Now police are investigating the sudden violent sicknesses that struck other patients in Marie’s care and also the deaths of several priests in whose homes Marie worked.

[“Marie Pointed Finger Of Death At Patients,” Charleville Times (Australia), May 29, 1952, p. 5]


FULL TEXT (Translated from French): TARBES (High Pyrenees), 12. - AFP. - Employed since March 1 at the old people's home of Galan, in the High Pyrenees, Marie Raymond, 67, who was governess of several priests, has just been arrested and imprisoned in theTarbes prison under indictment for multiple poisonings.

When caretaker Raymond had went into service, one of the old women entrusted to her care, Mrs. Galy, was the first night vomiting and she died on March 3rd. Another, Mrs. Payronnenc, followed her on the 15th of March, after terrible suffering.

At the time of the first death, the superior of the hospital had the caretaker examined by the head physician of the psychiatric hospital of Lannemezan, which had been struck by a reflection made by Marie Raymond: "I like to treat the old men who are the gates of death, "she said," I can take away the memory of their grimaces of suffering. "

But the investigators, who are extremely discreet, established that in 1938 the canon Abadie, former parish priest of Maubourguet, in whose service was Marie Raymond, died suddenly in its strange conditions that were never explained. He had suddenly collapsed in the middle of the church, conducting choral rehearsals. Several other priests, who had employed Marie Raymond, had also succumbed in inexplicable conditions.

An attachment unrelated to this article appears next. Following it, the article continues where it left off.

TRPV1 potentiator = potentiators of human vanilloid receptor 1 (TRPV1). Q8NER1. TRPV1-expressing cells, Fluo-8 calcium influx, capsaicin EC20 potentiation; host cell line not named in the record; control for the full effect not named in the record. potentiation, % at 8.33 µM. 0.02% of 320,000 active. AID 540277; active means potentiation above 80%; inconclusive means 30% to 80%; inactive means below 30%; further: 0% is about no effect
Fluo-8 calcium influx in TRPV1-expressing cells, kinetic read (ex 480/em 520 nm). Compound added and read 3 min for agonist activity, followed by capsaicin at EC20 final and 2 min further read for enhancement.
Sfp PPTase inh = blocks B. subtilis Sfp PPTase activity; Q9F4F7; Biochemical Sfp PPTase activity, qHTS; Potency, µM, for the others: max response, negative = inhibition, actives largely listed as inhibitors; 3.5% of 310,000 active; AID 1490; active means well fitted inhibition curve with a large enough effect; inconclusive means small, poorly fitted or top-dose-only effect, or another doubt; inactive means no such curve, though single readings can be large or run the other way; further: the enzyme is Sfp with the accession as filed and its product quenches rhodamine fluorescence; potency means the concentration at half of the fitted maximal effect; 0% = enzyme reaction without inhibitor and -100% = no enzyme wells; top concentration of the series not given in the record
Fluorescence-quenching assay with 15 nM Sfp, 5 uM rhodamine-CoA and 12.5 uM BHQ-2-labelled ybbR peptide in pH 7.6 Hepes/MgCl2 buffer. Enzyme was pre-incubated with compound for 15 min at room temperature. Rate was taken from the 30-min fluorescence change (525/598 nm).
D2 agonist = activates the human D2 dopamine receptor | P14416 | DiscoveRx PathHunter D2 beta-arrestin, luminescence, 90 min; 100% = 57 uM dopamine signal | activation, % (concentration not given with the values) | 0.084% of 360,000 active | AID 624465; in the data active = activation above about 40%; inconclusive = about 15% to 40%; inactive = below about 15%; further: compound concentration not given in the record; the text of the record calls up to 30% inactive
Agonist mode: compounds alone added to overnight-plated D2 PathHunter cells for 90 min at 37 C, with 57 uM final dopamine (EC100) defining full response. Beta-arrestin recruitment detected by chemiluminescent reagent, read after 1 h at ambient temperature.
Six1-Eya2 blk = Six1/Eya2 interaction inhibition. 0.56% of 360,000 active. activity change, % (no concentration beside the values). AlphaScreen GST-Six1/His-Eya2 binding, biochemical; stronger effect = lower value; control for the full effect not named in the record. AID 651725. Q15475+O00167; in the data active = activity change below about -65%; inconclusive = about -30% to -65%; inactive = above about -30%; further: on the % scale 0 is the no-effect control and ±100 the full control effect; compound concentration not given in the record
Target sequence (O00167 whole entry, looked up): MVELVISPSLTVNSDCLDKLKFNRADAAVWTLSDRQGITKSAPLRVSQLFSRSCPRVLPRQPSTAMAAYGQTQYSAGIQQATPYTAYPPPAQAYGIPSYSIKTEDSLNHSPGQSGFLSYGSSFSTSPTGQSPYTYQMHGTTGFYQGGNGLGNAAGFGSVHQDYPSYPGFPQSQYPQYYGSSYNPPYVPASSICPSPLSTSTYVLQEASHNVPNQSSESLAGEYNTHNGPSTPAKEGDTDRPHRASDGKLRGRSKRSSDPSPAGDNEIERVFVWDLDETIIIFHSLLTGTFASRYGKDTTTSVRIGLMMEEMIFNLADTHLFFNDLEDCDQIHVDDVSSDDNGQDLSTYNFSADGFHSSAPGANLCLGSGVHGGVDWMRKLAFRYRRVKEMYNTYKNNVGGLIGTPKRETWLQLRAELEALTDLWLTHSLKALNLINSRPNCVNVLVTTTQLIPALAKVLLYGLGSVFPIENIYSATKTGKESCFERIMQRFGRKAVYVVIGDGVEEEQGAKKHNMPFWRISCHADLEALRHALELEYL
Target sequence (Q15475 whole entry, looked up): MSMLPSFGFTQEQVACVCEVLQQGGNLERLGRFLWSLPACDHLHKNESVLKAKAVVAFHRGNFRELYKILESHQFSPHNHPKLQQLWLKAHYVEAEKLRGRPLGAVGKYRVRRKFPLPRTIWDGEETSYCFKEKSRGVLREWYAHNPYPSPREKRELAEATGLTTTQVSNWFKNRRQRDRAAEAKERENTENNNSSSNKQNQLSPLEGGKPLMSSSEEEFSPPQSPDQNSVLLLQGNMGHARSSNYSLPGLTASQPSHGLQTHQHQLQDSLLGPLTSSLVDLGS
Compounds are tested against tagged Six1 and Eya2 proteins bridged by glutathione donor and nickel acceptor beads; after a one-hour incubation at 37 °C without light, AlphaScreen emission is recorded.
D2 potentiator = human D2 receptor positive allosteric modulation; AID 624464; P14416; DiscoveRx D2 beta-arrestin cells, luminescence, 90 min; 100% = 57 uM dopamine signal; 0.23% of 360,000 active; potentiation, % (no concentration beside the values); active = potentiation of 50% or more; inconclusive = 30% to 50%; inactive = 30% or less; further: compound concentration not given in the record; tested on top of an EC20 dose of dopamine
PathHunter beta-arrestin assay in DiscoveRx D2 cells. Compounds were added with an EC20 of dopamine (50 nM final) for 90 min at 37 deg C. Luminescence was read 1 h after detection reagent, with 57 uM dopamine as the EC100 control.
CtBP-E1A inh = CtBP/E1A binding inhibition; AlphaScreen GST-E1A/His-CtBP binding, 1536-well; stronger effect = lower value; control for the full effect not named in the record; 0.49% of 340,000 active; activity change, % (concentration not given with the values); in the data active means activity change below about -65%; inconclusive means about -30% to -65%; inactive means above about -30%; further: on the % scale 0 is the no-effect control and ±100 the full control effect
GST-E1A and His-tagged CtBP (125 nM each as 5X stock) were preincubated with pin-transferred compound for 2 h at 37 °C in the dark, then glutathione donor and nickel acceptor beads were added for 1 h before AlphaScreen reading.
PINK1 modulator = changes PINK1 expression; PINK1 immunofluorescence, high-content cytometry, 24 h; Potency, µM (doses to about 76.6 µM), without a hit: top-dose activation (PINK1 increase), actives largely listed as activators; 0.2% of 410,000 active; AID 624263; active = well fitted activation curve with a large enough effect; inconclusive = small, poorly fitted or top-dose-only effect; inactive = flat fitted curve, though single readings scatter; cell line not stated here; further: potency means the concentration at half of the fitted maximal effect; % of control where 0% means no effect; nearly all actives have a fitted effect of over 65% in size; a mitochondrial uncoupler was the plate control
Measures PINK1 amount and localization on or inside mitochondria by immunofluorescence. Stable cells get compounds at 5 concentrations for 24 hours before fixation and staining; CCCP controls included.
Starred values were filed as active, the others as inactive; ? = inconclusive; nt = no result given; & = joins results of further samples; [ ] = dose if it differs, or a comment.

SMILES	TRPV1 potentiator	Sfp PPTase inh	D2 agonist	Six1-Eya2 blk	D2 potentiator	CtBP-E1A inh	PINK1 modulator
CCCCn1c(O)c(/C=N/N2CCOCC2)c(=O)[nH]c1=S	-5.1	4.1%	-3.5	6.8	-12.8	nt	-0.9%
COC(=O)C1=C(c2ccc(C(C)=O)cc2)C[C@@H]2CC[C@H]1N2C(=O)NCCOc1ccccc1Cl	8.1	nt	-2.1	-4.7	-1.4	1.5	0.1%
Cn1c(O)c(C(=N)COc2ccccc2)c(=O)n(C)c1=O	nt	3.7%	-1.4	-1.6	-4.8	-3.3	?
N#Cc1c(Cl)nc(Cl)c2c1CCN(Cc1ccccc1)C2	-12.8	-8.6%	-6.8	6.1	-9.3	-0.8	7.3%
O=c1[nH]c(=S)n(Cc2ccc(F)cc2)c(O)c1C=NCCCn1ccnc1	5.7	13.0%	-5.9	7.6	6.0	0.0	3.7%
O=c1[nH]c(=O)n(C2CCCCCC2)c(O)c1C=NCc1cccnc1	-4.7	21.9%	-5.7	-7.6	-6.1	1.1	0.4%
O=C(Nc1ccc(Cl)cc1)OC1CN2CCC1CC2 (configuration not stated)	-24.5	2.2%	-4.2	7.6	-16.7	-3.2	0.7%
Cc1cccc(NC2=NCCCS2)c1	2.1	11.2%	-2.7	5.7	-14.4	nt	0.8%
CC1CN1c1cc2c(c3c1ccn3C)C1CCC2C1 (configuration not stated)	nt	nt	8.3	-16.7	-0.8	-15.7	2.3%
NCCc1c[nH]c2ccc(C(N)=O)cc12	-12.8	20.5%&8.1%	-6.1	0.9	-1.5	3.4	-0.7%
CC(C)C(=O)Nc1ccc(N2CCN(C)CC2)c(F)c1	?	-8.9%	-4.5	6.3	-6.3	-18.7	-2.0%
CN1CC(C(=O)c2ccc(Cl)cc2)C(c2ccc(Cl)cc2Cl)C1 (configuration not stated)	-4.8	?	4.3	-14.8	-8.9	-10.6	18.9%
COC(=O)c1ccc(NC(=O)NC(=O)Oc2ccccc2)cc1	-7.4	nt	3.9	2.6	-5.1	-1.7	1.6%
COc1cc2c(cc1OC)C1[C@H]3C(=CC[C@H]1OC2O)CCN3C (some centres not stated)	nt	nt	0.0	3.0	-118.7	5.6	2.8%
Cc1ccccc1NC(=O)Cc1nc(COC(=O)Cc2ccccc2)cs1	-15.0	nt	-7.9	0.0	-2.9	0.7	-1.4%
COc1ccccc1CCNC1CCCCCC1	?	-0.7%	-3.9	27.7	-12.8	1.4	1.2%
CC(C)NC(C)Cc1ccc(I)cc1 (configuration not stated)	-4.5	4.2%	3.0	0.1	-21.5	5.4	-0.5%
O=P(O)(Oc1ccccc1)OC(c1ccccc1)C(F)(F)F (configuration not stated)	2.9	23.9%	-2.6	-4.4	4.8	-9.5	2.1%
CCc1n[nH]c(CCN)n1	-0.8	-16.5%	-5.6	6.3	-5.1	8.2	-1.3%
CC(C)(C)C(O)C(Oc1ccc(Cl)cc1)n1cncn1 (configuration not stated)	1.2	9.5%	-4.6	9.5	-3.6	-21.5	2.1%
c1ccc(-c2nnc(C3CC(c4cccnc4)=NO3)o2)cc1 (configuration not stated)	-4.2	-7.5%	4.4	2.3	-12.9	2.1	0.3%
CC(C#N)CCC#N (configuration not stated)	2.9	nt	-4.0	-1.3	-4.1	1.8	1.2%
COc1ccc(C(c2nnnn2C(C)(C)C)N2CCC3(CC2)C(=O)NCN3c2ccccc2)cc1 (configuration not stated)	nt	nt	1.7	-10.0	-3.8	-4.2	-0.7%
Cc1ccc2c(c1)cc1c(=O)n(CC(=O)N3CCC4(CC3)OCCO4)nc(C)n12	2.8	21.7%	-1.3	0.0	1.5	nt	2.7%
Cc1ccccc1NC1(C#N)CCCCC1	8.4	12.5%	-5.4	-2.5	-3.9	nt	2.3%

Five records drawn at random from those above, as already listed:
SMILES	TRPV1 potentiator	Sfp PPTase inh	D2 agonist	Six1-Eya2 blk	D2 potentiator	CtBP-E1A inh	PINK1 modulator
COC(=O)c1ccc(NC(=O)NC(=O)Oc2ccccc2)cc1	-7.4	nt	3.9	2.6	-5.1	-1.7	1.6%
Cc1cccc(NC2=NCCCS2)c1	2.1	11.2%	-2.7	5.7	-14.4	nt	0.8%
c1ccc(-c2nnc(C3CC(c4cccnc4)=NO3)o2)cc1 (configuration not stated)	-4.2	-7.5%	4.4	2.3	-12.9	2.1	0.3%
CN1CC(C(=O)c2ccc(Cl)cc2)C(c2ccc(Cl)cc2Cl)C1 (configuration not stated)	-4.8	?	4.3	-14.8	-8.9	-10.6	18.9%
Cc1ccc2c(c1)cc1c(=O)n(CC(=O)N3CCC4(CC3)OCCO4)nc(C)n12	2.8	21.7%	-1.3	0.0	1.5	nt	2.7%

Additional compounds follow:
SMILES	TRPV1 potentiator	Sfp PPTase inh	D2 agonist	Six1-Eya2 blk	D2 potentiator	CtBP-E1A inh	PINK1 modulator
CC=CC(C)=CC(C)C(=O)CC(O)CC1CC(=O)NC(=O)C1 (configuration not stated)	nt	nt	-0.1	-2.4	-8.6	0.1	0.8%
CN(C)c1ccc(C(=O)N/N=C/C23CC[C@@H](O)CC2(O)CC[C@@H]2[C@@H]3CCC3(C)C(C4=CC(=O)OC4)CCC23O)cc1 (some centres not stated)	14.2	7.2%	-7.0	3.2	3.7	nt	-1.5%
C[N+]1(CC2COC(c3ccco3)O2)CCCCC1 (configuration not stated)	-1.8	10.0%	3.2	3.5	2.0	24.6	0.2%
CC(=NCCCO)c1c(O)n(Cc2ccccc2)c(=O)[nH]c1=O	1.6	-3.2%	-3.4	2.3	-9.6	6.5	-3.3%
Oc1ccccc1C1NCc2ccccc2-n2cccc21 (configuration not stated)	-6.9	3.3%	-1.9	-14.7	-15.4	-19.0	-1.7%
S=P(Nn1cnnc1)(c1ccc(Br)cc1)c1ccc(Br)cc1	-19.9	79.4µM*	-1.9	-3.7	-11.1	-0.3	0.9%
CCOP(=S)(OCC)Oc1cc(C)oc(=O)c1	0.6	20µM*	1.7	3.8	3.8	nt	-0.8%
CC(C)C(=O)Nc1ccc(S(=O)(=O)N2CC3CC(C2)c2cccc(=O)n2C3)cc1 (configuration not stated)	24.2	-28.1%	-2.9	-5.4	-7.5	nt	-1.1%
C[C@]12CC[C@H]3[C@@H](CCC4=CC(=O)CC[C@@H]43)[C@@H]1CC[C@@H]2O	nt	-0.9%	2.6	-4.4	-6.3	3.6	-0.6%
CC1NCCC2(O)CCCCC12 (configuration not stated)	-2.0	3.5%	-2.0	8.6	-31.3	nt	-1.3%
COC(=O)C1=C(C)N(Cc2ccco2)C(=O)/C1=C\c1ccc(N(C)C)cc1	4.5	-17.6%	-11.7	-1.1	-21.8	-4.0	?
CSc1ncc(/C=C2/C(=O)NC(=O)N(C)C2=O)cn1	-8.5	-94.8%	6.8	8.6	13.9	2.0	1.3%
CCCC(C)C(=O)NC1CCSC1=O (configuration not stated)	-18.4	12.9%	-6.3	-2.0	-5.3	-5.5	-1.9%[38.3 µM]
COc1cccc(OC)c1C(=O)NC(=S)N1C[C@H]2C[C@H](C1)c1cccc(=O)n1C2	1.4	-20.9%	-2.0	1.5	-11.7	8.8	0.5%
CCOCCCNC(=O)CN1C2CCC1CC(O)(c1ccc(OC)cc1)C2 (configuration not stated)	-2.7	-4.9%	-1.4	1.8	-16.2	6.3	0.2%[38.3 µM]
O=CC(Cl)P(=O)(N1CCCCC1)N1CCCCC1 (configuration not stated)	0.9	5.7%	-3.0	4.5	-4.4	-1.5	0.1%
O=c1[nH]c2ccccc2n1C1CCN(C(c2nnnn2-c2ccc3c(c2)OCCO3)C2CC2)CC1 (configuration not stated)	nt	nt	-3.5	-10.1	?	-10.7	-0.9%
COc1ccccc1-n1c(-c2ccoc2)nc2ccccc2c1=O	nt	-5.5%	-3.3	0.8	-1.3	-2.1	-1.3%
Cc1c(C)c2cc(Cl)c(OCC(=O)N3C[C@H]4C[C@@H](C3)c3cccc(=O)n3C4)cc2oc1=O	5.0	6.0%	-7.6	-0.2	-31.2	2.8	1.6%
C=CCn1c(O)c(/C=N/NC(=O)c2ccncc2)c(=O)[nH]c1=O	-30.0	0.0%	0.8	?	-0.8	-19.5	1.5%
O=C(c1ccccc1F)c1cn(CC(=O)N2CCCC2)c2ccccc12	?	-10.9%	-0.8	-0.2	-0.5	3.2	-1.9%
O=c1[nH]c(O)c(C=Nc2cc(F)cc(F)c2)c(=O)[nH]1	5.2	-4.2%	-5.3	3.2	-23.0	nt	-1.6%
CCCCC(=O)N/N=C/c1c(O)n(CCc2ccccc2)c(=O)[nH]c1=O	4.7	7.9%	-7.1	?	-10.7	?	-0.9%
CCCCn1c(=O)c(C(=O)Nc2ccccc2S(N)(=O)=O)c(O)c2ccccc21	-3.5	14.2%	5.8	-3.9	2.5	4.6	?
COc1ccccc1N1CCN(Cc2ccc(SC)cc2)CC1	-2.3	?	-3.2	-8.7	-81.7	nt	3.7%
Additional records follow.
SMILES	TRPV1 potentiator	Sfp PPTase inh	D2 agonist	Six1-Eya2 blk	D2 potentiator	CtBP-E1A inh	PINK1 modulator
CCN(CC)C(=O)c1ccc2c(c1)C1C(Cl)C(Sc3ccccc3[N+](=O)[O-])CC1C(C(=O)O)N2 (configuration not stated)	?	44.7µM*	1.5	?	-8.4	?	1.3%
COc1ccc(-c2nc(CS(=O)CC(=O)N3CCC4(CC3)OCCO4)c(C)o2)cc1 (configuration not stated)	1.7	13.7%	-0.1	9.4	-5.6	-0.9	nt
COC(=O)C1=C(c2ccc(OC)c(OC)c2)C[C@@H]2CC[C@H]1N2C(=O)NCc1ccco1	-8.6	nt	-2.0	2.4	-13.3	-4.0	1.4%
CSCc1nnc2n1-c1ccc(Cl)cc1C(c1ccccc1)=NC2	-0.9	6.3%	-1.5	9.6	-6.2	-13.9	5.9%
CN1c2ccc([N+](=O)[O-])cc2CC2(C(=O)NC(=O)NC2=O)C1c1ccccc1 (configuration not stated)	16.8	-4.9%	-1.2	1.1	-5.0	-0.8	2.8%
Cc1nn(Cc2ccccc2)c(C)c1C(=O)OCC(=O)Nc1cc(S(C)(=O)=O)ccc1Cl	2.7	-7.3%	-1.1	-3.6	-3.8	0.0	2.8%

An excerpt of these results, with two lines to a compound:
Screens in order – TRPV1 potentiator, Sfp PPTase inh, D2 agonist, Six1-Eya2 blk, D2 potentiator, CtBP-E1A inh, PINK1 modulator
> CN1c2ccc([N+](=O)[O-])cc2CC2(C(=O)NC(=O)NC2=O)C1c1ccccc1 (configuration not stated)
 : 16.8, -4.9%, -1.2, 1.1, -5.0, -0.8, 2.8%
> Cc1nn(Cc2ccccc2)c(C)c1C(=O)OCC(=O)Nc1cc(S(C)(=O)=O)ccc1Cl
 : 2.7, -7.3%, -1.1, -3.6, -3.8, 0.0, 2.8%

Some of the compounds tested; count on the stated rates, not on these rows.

~ She defends herself indignantly ~

The accused, who seems very withdrawn, very vindictive and threatening, denies the charges which accumulate against her and indignantly defends herself for having committed the crimes of which she is accused. But a new bundle of overwhelming presumptions was gathered by the investigating judge. Thus a search carried out in one of the buildings of the hospice where she worked, allowed to discover several bottles of taupicine sum of 100,000 fr. Marie Raymond, who, as a night-housekeeper, has but a modest salary, could not furnish any valid explanation as to the provenance of such a sum.

Asked about the discovery of a gardening rake in her room Marie Raymond could only answer the inspectors: "I love raking the freshly dug [graves]. "